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Under giant helium balloons floating through Manhattan during Macy’s Thanksgiving parade on Thursday morning, people in the crowd shouted out. Cries of “Happy Thanksgiving!” Echoed in Central Park West, all the way to Herald Square.

A year after the virus forced the parade into a single block with no spectators, the words sounded powerful. The twirlers, waders, marching bands, spectators wearing toddlers wearing turkey hats on a parade back to his old self, were unmistakably happy.

And in a city reeling from the loss of so many New Yorkers in the past 20 months, no word better summed up the emotion of those who were there than grateful.

“To be able to be in a social environment, that’s all! Said Asa Jenkins, 36, coordinator of the research study who brought her two children from Aiken, South Carolina, for the parade, their first family trip since the start of the pandemic. After more than a year of remote meetings for her and virtual school for her children, Christian, 8, and Eden, 5, Ms Jenkins said this year she couldn’t bear to watch the parade at television. They had to come in person.

“All we’ve done is screens,” Ms. Jenkins said as a 51-foot-long balloon featuring children’s book character Ada Twist, Scientist, floated above her head. “This is what we need.”

The parade, which began in 1924 and was rarely canceled, such as during World War II, was back in all its 2.5-mile glory. The avenues were packed with 4,500 volunteers shooting 15 giant helium balloons and throwing confetti.

There have been some differences this year. The New York tradition of watching balloons inflated the night before on the Upper West Side was only open to those who were vaccinated. Some squads of joy marched with masks to match their berets; a group of tuba players were pulling their masks up and down between blasts of the horns.

Simeon Guyton, 19, a Hampton University Marching Force twirler, said the Virginia troop spent much of the past year training online. Now in his sophomore year at Hampton, he said his freshman was entirely gone and he stayed in shape by twirling his stick around his driveway.

“To be back with my group family is such a relief,” he said. “The pandemic is not over, but we can all be together in a controlled and safe way. “

Each year, the best seats in the house are usually found inside apartments in stately buildings next to Central Park; some residents and their guests ate bagel breakfasts high above the crowds on Thursday as they watched the scene.

But stretching over nearly two blocks of Central Park West, about 100 members of a group from The Church of Jesus Christ of Latter-day Saints sat in the front row in folding chairs, seats of orchestra they got when they arrived at 4 a.m., a community tradition that was canceled last year.

But not all of the rituals erased by the coronavirus had returned. Rebecca Mattoni, who lives on the Upper West Side, said before the pandemic, she typically hosted a dozen people for Thanksgiving. This year, she was welcoming a guest.

“It’s always fun because last year we didn’t have any guests,” Ms. Mattoni said. “It’s an improvement.”

Marcela Pleitéz, 38, an educator from the Bronx, felt the same. She had a family for the holidays this year, but wasn’t sure if they should kiss. She did, however, hug her parents. They were standing next to her, having just arrived from El Salvador, where they live, to see their daughter for the first time since before the pandemic started. “You can’t ask for more right now,” Ms. Pleitéz said.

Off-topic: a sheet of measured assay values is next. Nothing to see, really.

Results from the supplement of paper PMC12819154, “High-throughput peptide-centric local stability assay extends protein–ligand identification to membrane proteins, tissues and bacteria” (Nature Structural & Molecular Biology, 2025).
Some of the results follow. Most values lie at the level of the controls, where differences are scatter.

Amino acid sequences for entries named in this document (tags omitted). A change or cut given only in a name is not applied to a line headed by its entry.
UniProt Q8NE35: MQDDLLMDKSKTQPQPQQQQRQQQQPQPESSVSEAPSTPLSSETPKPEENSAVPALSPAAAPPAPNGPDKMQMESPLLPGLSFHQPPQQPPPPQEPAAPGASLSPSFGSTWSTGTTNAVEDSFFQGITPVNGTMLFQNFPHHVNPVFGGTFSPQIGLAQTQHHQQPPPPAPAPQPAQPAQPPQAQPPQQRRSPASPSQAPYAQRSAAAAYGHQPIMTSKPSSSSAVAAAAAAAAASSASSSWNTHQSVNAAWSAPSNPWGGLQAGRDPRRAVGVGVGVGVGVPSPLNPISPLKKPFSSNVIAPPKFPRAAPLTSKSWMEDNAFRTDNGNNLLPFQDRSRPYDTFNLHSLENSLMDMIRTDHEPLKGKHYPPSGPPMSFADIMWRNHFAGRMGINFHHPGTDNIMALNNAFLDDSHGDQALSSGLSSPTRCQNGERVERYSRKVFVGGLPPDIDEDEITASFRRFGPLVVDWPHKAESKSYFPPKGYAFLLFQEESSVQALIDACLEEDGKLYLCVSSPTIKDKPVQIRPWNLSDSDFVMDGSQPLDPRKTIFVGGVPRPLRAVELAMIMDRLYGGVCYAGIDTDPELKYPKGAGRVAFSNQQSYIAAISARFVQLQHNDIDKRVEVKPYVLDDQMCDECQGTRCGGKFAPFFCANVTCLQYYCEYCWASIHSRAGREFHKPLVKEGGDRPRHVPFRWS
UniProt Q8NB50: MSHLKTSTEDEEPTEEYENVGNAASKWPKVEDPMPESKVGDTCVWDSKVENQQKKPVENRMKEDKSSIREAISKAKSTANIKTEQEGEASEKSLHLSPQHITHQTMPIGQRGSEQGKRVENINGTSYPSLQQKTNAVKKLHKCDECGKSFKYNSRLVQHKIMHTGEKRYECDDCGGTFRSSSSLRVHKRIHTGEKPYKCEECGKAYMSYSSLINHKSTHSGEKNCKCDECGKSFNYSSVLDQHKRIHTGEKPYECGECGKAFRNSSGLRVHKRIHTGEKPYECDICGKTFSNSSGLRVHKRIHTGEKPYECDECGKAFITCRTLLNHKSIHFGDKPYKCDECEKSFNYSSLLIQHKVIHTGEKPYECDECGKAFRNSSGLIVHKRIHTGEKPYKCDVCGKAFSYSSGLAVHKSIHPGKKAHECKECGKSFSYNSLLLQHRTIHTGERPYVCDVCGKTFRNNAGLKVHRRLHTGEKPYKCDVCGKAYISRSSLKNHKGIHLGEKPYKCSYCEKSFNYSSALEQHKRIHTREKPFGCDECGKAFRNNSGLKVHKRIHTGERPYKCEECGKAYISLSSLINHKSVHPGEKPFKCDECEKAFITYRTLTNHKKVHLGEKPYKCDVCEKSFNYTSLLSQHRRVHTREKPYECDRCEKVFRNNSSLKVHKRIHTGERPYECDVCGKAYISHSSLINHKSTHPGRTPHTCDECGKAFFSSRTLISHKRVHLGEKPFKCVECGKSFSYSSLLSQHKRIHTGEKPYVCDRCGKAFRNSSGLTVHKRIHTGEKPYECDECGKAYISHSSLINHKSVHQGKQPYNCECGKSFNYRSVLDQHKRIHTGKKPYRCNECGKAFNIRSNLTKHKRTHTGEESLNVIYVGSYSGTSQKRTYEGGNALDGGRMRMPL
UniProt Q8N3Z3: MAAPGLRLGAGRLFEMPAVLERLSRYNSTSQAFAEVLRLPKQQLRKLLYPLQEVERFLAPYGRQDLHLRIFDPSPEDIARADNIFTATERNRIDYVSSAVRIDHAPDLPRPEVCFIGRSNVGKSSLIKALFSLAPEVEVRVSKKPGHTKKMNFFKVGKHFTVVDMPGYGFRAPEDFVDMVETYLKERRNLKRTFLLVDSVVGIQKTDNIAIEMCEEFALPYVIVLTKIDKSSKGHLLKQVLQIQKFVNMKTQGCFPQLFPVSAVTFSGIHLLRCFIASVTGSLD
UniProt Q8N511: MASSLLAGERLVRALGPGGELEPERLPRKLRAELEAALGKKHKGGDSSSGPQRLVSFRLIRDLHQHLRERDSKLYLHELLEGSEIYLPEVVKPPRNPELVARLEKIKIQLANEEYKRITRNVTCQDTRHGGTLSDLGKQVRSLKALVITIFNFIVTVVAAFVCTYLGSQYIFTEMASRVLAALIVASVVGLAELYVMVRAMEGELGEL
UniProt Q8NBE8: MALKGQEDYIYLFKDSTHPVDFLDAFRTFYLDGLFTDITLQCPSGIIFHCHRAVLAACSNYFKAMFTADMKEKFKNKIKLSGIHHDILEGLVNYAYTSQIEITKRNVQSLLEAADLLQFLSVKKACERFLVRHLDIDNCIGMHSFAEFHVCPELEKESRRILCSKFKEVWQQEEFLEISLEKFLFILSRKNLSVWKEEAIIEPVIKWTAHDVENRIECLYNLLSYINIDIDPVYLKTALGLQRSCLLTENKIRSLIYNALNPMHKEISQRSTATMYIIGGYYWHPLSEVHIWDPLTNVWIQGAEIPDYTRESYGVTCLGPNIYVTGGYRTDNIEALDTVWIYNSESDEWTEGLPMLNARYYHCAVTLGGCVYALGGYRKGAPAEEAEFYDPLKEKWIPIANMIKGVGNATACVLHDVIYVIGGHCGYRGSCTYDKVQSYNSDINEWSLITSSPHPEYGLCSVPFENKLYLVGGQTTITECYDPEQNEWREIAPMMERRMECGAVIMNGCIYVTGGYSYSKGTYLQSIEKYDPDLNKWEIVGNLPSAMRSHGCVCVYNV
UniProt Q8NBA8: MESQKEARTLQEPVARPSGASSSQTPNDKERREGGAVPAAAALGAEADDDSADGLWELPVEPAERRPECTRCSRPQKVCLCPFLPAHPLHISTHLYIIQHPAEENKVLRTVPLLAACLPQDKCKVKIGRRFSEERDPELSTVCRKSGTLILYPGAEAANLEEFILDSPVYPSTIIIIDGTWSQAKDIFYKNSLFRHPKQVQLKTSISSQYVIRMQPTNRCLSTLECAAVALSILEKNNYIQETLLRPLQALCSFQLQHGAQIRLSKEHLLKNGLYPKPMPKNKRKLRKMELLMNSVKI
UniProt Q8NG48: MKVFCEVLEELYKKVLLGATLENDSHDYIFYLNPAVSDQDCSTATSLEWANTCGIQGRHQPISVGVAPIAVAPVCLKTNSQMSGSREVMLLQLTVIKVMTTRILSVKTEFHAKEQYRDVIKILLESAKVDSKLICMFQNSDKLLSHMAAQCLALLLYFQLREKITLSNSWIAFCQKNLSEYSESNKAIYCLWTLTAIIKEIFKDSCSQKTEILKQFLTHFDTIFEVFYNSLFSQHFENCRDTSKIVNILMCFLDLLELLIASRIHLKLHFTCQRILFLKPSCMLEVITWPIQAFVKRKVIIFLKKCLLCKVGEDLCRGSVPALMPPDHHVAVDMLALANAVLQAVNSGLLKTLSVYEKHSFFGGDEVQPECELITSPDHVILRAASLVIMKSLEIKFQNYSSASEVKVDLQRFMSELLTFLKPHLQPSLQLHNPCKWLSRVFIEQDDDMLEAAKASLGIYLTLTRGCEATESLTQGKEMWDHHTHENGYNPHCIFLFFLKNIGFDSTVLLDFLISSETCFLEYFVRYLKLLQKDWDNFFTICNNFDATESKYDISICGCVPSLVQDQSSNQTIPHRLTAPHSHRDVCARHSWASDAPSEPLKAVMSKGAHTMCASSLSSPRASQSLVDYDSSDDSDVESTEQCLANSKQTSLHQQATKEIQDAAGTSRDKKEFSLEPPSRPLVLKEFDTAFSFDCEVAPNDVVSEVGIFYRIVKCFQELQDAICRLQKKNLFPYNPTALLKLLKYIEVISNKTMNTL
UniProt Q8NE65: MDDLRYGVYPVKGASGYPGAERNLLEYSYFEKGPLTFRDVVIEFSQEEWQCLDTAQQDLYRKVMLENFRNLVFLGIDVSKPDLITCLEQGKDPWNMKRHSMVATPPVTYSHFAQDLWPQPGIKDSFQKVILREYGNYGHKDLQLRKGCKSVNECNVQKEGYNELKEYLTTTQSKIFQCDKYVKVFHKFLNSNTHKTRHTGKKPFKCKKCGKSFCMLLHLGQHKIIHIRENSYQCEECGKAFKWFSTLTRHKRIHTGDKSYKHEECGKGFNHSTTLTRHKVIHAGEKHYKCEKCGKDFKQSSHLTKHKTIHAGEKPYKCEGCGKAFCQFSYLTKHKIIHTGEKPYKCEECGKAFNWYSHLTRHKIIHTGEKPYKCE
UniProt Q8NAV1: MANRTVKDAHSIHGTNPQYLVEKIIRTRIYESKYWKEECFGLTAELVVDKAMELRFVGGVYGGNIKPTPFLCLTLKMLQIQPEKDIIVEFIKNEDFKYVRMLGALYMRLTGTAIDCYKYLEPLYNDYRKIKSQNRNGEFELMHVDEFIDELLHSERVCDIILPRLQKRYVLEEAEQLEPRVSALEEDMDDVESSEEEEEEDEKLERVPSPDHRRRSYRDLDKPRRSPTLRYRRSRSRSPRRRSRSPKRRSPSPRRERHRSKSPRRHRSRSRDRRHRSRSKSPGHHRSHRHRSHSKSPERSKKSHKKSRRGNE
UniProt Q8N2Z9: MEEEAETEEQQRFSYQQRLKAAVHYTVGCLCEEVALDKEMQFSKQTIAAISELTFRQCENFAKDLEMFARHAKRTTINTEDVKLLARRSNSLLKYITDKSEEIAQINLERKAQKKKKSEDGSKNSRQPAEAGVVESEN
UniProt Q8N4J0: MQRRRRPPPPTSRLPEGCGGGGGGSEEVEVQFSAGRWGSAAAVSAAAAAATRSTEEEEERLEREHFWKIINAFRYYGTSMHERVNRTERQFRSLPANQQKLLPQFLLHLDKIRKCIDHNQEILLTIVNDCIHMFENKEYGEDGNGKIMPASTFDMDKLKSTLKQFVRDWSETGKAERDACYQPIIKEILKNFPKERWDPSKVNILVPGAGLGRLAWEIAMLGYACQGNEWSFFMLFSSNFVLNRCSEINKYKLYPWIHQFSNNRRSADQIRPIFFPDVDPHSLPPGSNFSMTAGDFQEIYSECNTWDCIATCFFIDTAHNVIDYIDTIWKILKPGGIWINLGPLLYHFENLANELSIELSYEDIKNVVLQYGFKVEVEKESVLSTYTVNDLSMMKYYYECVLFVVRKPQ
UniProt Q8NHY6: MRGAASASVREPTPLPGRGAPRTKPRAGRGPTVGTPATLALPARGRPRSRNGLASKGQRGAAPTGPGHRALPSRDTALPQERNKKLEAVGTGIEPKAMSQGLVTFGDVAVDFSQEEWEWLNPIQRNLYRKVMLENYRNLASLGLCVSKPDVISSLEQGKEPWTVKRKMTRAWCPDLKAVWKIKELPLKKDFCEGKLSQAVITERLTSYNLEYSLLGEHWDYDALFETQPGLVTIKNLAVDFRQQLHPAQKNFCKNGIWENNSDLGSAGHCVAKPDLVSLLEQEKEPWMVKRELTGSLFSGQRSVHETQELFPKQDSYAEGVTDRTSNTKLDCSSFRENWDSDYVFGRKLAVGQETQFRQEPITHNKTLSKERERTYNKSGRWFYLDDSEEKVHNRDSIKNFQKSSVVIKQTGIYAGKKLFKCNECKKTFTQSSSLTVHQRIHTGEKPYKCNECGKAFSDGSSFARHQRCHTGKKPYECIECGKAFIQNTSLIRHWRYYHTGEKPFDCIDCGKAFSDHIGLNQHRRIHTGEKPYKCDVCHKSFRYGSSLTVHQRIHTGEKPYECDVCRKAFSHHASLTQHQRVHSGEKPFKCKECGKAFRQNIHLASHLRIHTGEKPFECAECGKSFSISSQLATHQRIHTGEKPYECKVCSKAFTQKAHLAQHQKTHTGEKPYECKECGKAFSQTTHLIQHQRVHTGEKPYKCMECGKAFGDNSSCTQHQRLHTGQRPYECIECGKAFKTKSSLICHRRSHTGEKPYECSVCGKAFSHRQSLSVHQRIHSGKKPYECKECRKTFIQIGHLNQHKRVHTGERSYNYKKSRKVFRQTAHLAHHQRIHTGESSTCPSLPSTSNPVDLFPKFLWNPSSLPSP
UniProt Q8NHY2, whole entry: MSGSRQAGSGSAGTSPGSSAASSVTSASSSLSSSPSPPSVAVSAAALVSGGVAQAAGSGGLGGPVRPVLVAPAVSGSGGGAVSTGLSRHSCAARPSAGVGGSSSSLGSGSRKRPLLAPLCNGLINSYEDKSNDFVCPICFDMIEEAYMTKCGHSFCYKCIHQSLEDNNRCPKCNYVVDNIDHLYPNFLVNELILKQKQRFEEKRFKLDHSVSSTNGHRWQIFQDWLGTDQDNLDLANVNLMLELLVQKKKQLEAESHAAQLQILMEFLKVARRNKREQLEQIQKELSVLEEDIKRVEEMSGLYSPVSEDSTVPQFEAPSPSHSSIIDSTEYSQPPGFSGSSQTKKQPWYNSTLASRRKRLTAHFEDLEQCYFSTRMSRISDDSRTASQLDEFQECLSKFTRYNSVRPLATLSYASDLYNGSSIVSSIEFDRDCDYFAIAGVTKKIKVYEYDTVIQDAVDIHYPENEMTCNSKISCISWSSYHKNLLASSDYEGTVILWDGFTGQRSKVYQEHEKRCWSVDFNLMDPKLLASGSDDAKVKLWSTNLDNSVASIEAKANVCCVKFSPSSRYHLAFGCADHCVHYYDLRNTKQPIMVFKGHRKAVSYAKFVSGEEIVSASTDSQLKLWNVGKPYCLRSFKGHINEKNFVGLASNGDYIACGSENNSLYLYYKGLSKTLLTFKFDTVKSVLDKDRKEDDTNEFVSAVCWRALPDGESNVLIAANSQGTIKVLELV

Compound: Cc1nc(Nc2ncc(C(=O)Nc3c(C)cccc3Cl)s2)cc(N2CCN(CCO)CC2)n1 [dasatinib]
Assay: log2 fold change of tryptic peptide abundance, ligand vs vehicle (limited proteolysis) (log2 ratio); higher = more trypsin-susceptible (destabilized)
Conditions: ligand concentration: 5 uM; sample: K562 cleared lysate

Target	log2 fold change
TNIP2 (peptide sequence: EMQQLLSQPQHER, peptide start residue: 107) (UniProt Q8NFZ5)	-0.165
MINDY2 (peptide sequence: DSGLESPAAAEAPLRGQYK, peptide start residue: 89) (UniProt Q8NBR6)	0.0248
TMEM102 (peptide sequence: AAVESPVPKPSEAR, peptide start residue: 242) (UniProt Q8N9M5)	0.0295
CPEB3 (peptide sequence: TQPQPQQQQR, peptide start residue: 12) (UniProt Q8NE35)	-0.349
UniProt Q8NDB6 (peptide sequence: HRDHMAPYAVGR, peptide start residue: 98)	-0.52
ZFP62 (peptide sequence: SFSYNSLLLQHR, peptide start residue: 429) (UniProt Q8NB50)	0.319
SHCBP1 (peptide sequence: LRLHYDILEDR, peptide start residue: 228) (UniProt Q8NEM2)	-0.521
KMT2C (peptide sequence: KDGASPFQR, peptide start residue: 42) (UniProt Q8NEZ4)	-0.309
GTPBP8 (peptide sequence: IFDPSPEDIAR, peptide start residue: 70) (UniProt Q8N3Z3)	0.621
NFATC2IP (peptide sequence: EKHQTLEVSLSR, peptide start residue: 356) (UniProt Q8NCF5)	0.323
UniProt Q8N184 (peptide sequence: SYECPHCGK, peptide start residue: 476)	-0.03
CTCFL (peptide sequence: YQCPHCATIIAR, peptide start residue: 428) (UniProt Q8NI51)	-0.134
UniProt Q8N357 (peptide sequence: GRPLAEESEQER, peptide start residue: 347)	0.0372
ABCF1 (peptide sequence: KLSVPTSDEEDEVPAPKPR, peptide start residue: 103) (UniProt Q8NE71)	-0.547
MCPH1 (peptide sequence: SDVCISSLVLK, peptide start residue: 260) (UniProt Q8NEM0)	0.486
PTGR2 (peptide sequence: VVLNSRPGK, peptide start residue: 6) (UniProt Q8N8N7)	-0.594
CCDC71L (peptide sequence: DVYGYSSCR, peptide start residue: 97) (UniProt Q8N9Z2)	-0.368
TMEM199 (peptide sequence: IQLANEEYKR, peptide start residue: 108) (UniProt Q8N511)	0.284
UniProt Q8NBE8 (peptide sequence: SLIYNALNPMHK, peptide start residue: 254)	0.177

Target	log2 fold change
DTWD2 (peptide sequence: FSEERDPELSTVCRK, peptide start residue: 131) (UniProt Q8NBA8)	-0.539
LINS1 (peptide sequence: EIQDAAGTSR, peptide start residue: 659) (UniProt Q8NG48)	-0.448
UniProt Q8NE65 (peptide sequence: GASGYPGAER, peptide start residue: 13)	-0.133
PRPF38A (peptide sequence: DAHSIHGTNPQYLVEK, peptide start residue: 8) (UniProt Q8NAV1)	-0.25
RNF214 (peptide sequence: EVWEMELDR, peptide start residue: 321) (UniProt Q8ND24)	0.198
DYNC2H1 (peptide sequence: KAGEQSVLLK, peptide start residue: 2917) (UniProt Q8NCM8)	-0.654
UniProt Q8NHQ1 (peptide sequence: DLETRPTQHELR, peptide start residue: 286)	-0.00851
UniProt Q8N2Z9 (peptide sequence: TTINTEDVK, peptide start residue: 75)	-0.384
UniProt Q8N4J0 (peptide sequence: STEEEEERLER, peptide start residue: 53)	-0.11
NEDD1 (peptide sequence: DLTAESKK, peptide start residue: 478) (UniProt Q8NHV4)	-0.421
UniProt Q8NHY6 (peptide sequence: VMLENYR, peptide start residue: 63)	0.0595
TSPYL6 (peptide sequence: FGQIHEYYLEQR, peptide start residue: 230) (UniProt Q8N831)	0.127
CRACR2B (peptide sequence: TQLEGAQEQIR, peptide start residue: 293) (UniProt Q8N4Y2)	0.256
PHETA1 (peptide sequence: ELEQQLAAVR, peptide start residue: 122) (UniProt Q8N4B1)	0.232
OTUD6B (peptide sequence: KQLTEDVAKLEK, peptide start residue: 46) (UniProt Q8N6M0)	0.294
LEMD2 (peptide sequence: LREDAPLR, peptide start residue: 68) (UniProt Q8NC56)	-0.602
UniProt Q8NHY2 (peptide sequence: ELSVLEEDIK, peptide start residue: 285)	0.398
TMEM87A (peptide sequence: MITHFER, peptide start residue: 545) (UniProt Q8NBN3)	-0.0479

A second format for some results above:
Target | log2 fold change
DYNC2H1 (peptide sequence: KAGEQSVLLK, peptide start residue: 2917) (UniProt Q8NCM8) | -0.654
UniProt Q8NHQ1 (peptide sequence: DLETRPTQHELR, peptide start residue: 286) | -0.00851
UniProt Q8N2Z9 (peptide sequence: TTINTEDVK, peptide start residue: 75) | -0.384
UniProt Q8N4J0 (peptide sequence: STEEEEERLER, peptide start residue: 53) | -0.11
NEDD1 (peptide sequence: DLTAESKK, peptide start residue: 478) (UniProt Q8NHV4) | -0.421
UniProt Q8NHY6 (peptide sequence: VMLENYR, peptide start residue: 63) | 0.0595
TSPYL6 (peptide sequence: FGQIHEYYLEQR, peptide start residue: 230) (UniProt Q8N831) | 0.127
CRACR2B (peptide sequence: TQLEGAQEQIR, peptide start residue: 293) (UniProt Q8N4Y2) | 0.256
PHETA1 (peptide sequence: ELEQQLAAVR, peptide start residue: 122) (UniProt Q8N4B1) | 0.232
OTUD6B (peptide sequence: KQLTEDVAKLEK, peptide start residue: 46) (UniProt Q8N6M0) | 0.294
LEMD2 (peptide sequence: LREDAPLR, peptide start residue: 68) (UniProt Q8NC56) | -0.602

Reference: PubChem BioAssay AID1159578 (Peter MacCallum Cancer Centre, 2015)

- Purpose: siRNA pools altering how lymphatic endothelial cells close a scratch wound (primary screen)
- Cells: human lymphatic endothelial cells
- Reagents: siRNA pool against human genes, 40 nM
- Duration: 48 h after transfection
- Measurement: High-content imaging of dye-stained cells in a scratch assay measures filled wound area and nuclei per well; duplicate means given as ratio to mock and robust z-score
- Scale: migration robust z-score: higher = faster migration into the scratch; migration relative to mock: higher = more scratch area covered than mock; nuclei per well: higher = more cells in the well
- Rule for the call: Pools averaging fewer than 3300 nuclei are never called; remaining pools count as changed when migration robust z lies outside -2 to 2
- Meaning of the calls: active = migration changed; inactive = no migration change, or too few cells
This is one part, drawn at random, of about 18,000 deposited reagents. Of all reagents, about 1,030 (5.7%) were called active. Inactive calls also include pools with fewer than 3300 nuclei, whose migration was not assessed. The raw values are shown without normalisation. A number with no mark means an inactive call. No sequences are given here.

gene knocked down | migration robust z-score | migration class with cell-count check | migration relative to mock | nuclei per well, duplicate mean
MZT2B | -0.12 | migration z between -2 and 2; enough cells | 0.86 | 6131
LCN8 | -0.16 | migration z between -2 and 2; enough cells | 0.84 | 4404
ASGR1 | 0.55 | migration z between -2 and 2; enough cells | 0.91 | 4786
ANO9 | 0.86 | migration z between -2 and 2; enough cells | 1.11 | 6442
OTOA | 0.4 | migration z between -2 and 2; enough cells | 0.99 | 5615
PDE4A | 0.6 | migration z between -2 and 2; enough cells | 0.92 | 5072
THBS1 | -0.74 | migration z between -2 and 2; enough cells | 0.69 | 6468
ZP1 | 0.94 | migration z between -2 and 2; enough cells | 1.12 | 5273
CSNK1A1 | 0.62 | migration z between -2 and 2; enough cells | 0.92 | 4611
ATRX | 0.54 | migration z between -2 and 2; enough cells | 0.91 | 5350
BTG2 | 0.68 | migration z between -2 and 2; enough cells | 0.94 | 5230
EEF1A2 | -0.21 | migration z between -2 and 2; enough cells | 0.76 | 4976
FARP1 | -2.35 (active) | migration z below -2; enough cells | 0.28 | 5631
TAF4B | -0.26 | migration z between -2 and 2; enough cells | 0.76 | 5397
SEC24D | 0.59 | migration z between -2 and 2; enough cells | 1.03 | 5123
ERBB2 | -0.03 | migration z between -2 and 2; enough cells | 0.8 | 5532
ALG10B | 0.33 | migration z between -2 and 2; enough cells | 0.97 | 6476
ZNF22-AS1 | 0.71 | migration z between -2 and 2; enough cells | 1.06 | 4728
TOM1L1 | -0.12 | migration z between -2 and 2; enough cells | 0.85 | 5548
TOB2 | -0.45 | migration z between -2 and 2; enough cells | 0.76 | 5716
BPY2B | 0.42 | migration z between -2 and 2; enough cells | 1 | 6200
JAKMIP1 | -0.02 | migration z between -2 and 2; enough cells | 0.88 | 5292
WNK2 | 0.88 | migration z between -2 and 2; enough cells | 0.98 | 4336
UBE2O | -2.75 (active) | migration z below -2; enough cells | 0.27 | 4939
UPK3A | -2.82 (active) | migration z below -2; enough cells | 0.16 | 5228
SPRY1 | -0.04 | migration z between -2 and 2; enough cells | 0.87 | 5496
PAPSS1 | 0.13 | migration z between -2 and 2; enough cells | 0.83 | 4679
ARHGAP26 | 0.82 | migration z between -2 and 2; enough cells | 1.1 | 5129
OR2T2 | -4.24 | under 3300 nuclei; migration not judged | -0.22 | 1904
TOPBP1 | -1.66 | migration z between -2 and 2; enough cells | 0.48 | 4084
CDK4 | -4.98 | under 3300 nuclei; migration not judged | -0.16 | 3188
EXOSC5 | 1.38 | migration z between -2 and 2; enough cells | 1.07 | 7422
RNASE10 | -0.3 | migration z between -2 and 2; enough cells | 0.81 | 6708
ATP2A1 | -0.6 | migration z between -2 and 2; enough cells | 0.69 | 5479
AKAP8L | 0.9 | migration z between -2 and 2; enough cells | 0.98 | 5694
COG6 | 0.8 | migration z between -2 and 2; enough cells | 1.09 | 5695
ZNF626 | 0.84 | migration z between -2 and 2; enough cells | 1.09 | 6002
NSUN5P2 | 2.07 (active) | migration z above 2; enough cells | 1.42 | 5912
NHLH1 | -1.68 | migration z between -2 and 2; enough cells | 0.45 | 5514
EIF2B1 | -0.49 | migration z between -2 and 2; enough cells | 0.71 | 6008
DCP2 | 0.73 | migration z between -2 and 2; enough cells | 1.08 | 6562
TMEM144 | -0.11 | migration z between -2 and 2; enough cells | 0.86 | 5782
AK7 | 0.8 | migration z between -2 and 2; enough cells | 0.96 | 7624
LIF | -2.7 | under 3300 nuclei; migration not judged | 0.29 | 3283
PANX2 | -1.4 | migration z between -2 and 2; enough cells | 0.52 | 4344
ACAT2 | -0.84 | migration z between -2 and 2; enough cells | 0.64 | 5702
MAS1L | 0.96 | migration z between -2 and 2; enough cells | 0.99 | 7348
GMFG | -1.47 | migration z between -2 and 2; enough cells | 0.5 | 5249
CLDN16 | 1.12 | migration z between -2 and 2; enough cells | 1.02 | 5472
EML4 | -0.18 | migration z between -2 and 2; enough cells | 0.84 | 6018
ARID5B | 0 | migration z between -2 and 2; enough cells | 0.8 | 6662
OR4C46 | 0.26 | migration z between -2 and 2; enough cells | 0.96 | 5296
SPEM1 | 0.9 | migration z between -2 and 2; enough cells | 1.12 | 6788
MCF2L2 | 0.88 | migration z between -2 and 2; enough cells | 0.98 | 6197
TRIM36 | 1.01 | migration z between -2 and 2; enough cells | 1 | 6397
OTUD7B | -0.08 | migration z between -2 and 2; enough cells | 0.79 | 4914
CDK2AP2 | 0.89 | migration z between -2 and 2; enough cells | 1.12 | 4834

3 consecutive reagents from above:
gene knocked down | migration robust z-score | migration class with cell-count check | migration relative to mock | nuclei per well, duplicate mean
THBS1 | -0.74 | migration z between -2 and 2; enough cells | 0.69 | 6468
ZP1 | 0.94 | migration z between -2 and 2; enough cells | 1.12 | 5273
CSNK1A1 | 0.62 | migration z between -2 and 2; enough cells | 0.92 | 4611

A few blocks south, Bob Meyers, a retired teacher from North Arlington, NJ, was more excited that there were finally tourists in the crowd than the 48-foot-long Pikachu floating on a sleigh above him.

“We have Israel here! Mr Meyers, 77, said, pointing to visitors he had befriended as they watched the parade together. “And there is Chile! It really gives juice!

The show itself seemed to hint at the greater freedom of movement that a descending pandemic could allow. Several tanks promoted escapades. Rapper Nelly stood on top of a float advertising the Kalahari Resorts and Conventions. A giant alligator – at 60 feet, the longest float in parade history, according to Macy’s – crawled along the parade route courtesy of the Louisiana Tourist Board; nearby, a replica of Mount Rushmore was paraded alongside people disguised as fishermen and hikers, courtesy of the South Dakota Department of Tourism.

Dr Pam Martin, a visiting doctor from Keller, Texas, said her family had planned their annual parade pilgrimage around vaccines and booster shots; She and her relatives spent the days leading up to it waiting for the vaccine to be cleared in time for her grandnephew, Jordan Johnson, 7, to join.

On Thursday, Jordan was by his side, cheering and grabbing confetti. The Centers for Disease Control and Prevention cleared immunizations for children her age this month.

Still, Dr Martin said she was concerned the crowd for the parade could cause a spike in coronavirus cases. “I pray that New York is doing it right,” she said.

Alongside the floats, Sgt. Gabriel Vazquez III of the New York City Parks Department’s Mounted Unit and his American draft horse, Apollo, marched in the parade. Sergeant Vasquez hadn’t been on the parade for several years, he said, but this year he couldn’t miss it.

On top of his horse, waving an American flag as they rode the road, he said, “It’s like we’re getting back to normal.”


nytimes Gt

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